Acute bronchiolitis, first described as a distinct clinical entity in 1941[1], is defined as a constellation of clinical symptoms and signs including a viral upper respiratory prodrome followed by increased respiratory effort and wheezing in children less than two years of age[2]. Today, it is not only one of the most common causes of hospital admissions in the first 12 months of life, but also one of the most common respiratory tract illnesses with a great deal of variation in its clinical management[3]. It is generally seasonal and associated with a growing number of respiratory viruses, most commonly respiratory syncytial virus (RSV)[4]-[7]. Annual outbreaks typically occur between October and May, with the peak effect falling in January and February[8]. Most infants have a mild, self-limiting illness and recover completely, although subtle pulmonary abnormalities and respiratory symptoms may persist for weeks[9]. Around 1-3% of all infants require admission to a hospital for more aggressive management and monitoring, and almost half of them will have recurrent episodes of wheeze[9]-[11]. The disease accounts for a substantial morbidity, with a mortality of less than 1%[12]. The mortality increases substantially with pre-existing medical conditions[13]. The optimal pharmacological therapy in bronchiolitis is controversial. The role of bronchodilators has been subject to many studies and systematic evidence-based reviews of the literature since the late 1950s[14],[15]. Although bronchodilator therapy is in common use today, its efficacy is not universally accepted. Multiple studies have documented wide variation in management, hospitalization rates and length of hospital stay, suggesting a lack of consensus and an opportunity to improve care for this common disorder[14]. Conflicting results have been obtained, with some studies favoring treatment while others show no benefit over placebo.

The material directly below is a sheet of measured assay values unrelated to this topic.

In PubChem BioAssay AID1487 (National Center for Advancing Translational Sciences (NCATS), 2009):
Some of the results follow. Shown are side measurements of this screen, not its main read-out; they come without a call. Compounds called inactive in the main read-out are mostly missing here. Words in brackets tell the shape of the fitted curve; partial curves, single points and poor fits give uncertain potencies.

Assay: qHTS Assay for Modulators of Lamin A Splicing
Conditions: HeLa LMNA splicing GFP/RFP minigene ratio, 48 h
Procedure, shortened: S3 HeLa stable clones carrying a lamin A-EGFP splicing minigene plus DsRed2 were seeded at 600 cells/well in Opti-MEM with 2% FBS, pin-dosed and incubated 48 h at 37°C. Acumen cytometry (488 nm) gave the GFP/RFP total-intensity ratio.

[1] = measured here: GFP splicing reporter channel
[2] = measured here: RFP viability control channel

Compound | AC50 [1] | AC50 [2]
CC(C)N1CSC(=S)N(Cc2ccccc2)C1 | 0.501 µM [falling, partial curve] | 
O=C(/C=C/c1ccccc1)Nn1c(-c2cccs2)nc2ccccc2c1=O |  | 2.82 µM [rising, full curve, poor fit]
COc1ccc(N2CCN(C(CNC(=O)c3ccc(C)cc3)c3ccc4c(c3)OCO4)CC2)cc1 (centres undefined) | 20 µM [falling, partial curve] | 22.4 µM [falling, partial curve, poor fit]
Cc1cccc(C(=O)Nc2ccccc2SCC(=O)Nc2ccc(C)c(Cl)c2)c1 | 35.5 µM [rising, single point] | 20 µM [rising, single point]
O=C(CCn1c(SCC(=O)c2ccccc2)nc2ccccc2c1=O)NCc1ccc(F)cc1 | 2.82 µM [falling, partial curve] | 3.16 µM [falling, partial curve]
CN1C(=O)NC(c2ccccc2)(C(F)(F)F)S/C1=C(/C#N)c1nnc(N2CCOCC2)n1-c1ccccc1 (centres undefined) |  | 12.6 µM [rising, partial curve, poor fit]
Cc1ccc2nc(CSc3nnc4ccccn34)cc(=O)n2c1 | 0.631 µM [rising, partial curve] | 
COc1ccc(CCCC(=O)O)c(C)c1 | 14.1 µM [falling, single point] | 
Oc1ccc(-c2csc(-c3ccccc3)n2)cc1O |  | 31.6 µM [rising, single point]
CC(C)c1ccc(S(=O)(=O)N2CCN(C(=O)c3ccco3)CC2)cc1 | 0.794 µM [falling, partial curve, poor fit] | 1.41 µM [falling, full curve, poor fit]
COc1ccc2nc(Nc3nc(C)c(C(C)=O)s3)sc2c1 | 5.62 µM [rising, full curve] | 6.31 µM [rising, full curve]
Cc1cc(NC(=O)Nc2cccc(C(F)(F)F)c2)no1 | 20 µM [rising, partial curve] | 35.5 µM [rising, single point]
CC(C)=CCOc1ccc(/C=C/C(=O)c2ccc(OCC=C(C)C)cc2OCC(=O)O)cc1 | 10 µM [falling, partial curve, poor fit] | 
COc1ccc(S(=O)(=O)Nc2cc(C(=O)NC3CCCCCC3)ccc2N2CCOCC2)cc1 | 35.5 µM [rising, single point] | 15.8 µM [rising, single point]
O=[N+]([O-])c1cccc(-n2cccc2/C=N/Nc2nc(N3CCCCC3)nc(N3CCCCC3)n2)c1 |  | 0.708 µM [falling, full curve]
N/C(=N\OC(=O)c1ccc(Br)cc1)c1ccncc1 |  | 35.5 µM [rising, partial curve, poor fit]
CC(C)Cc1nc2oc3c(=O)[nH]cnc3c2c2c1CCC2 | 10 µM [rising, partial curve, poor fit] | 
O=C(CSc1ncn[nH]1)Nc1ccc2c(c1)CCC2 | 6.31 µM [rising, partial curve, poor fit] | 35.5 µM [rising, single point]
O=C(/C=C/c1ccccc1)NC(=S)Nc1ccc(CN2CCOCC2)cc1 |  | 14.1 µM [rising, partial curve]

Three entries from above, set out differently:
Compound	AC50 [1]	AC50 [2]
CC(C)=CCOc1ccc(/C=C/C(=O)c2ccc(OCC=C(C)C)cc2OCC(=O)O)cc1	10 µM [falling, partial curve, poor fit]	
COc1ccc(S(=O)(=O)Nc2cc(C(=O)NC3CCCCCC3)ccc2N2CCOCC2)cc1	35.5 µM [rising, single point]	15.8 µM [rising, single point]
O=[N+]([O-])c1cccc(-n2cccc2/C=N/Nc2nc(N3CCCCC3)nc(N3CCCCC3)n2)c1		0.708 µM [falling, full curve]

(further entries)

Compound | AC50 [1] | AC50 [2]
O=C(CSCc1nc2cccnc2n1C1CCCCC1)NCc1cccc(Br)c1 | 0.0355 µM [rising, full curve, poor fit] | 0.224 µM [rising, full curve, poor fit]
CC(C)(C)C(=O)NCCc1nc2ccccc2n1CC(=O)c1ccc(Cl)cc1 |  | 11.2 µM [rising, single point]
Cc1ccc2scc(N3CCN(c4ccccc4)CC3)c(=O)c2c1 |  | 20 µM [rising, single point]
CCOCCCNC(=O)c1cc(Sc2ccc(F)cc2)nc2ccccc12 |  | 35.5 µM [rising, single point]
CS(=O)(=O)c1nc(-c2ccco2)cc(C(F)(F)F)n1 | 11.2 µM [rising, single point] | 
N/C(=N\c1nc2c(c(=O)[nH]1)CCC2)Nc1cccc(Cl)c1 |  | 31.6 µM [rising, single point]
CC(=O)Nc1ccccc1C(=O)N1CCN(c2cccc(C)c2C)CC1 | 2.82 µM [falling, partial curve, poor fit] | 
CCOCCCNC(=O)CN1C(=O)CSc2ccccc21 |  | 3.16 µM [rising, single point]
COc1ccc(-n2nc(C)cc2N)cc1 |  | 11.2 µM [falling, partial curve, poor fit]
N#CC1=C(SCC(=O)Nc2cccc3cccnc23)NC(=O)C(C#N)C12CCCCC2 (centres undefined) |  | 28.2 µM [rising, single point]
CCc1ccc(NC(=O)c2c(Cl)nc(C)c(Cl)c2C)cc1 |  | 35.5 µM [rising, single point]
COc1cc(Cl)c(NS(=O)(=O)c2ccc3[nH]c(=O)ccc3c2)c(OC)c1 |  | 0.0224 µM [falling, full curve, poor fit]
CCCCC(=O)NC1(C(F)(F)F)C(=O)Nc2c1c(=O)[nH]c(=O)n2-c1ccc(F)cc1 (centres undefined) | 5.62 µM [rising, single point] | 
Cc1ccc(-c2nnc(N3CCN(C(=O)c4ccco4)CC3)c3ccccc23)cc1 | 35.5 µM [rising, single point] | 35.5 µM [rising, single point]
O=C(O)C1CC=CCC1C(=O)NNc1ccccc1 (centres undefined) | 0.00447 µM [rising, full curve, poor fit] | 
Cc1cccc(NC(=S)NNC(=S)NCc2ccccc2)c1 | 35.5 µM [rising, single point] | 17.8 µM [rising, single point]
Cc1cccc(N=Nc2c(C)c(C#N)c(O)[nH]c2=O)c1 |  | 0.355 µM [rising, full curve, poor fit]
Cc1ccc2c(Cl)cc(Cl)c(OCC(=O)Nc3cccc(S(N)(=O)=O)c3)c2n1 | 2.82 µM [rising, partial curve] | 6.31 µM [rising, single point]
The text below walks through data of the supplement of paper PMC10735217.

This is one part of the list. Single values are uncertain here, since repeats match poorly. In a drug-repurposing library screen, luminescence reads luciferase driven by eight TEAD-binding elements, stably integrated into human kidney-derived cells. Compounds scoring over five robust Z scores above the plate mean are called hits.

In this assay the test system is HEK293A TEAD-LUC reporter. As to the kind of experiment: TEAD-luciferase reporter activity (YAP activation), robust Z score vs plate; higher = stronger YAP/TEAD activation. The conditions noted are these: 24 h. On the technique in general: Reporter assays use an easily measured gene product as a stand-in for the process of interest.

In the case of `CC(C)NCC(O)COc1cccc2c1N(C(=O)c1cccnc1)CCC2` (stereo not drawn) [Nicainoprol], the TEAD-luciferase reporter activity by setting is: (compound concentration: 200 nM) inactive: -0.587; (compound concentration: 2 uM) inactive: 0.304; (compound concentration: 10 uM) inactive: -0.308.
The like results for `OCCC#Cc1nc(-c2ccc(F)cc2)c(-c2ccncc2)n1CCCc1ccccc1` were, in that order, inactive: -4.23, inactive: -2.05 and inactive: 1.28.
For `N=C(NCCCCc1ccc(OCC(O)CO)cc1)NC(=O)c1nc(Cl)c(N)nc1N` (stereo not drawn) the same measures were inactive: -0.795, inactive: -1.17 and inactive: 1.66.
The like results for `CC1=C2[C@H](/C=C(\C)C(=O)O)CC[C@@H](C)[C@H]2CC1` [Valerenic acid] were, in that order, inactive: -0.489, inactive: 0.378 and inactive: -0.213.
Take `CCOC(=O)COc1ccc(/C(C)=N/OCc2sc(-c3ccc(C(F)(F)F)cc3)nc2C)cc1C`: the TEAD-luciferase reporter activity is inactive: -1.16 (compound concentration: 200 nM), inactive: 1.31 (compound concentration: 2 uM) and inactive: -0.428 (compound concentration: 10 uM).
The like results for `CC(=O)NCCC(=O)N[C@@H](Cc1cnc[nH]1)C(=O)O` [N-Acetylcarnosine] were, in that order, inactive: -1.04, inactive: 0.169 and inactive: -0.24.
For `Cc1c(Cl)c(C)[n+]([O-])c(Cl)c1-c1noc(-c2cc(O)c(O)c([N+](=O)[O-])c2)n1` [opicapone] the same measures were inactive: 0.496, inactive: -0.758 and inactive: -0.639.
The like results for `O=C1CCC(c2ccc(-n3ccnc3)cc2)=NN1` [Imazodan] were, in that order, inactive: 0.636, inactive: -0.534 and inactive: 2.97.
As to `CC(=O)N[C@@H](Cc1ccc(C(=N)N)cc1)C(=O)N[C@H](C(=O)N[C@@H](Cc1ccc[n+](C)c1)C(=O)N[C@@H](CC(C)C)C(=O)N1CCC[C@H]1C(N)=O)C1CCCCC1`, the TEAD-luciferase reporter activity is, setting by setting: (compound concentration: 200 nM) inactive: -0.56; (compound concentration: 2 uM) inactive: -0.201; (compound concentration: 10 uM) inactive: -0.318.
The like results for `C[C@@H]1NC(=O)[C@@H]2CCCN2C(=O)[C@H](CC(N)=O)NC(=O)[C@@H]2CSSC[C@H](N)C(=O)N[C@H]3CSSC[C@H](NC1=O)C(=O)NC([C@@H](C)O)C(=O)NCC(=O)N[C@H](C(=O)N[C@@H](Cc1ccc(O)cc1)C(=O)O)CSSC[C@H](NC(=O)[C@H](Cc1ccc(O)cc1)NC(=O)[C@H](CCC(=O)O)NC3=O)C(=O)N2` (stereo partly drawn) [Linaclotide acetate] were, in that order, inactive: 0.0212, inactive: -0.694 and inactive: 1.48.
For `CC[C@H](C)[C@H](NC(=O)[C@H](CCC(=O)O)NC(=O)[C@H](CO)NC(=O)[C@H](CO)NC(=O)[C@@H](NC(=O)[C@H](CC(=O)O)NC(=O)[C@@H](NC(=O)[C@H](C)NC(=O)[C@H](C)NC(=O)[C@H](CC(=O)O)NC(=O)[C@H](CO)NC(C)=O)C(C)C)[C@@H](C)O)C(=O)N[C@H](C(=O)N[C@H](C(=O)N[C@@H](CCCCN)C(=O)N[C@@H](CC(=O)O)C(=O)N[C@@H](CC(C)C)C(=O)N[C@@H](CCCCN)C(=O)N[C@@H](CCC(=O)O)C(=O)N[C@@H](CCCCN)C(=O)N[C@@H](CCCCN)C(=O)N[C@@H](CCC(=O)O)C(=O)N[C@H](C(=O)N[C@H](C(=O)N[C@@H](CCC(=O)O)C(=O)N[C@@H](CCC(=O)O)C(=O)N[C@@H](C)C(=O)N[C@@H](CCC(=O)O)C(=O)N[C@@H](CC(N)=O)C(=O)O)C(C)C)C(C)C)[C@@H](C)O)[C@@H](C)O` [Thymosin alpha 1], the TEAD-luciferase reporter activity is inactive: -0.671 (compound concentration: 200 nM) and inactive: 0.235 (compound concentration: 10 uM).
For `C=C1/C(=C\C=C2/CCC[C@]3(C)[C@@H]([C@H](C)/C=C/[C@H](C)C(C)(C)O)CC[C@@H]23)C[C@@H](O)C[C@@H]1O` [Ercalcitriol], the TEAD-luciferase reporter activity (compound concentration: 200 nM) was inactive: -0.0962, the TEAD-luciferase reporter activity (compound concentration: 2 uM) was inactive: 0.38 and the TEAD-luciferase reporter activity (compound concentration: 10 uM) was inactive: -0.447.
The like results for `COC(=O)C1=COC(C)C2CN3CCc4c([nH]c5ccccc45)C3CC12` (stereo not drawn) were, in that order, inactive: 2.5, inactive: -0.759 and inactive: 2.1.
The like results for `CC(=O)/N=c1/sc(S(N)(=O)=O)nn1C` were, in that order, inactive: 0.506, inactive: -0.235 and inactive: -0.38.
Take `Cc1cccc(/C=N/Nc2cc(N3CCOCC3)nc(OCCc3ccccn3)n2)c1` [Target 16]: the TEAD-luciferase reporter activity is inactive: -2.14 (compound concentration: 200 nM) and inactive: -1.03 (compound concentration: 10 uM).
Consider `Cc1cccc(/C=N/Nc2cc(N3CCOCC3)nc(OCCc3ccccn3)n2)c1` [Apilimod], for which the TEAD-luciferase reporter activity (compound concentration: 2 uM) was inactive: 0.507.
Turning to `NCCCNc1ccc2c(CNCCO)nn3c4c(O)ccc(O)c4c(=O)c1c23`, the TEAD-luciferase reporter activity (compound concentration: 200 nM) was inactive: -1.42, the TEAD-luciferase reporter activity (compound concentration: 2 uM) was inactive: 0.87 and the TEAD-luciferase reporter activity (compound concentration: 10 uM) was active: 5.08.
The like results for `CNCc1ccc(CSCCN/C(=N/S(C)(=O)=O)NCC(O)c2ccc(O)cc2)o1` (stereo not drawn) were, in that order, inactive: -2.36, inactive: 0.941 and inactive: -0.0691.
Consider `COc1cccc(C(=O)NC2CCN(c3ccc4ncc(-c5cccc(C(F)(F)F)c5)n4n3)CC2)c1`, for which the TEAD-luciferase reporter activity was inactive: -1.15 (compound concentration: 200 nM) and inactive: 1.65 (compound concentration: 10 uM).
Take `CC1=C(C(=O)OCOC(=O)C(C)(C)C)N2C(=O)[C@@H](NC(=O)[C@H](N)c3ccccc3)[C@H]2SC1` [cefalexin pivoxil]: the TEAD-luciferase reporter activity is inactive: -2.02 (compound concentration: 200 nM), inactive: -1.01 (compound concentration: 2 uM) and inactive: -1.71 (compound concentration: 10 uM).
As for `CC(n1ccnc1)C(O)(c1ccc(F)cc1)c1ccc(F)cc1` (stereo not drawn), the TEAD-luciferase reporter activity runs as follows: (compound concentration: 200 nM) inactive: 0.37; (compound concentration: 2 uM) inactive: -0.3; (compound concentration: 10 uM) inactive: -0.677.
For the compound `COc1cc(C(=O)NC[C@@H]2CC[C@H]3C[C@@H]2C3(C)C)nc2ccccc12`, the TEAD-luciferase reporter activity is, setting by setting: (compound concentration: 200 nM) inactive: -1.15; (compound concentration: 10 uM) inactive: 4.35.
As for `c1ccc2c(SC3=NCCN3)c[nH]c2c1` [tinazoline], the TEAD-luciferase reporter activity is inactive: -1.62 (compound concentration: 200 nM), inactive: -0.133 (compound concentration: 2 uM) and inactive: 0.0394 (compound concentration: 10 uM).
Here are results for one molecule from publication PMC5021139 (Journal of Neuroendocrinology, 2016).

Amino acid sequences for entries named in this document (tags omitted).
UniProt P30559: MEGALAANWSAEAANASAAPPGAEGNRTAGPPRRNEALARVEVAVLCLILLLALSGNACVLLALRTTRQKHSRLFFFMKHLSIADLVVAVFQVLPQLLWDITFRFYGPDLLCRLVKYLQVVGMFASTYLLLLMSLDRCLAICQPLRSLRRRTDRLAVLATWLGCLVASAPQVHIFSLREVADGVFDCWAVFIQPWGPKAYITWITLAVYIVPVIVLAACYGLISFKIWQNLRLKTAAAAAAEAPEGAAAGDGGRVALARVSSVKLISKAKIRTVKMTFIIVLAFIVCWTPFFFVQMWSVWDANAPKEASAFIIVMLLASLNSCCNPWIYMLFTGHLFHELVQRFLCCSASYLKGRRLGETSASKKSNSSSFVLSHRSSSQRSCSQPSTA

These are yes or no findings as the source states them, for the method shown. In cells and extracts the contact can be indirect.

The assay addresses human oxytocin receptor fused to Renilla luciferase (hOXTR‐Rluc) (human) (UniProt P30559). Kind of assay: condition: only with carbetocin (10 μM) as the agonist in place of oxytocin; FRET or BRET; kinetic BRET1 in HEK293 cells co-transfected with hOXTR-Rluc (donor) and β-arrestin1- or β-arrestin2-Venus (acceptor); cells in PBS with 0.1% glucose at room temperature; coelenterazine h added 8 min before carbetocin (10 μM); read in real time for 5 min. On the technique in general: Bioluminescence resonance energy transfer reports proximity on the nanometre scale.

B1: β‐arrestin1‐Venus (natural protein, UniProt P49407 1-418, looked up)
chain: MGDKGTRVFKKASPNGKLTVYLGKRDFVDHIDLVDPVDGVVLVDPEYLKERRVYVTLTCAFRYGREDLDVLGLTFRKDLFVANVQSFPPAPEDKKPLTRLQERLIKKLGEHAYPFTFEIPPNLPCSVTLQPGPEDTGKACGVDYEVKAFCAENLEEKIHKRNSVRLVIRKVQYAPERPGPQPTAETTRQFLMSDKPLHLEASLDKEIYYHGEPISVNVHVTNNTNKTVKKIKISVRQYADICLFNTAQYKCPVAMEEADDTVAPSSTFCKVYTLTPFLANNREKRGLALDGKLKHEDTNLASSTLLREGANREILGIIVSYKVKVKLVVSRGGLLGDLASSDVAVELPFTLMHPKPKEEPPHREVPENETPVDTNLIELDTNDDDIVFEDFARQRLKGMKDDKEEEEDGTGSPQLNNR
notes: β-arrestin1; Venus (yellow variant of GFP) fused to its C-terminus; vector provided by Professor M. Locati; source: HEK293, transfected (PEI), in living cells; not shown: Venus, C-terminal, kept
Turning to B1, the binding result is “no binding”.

Epinephrine, with its combined alpha and beta receptor agonist activity, is suggested to be an ideal bronchodilator[16]. There has been some evidence suggesting that the use of epinephrine may be favorable over salbutamol for short-term clinical benefits[3],[17],[18]. Some, but not all, small studies also suggest that epinephrine may decrease admissions in outpatients[17],[19],[20]. However, a Cochrane review of these studies was inconclusive[21]. In our hospital, nebulized salbutamol has almost been a standard drug of choice in the treatment of children with acute bronchiolitis. The objective of the present study was to compare the clinical efficacies of nebulized epinephrine and nebulized salbutamol in the emergency room management of acute bronchiolitis.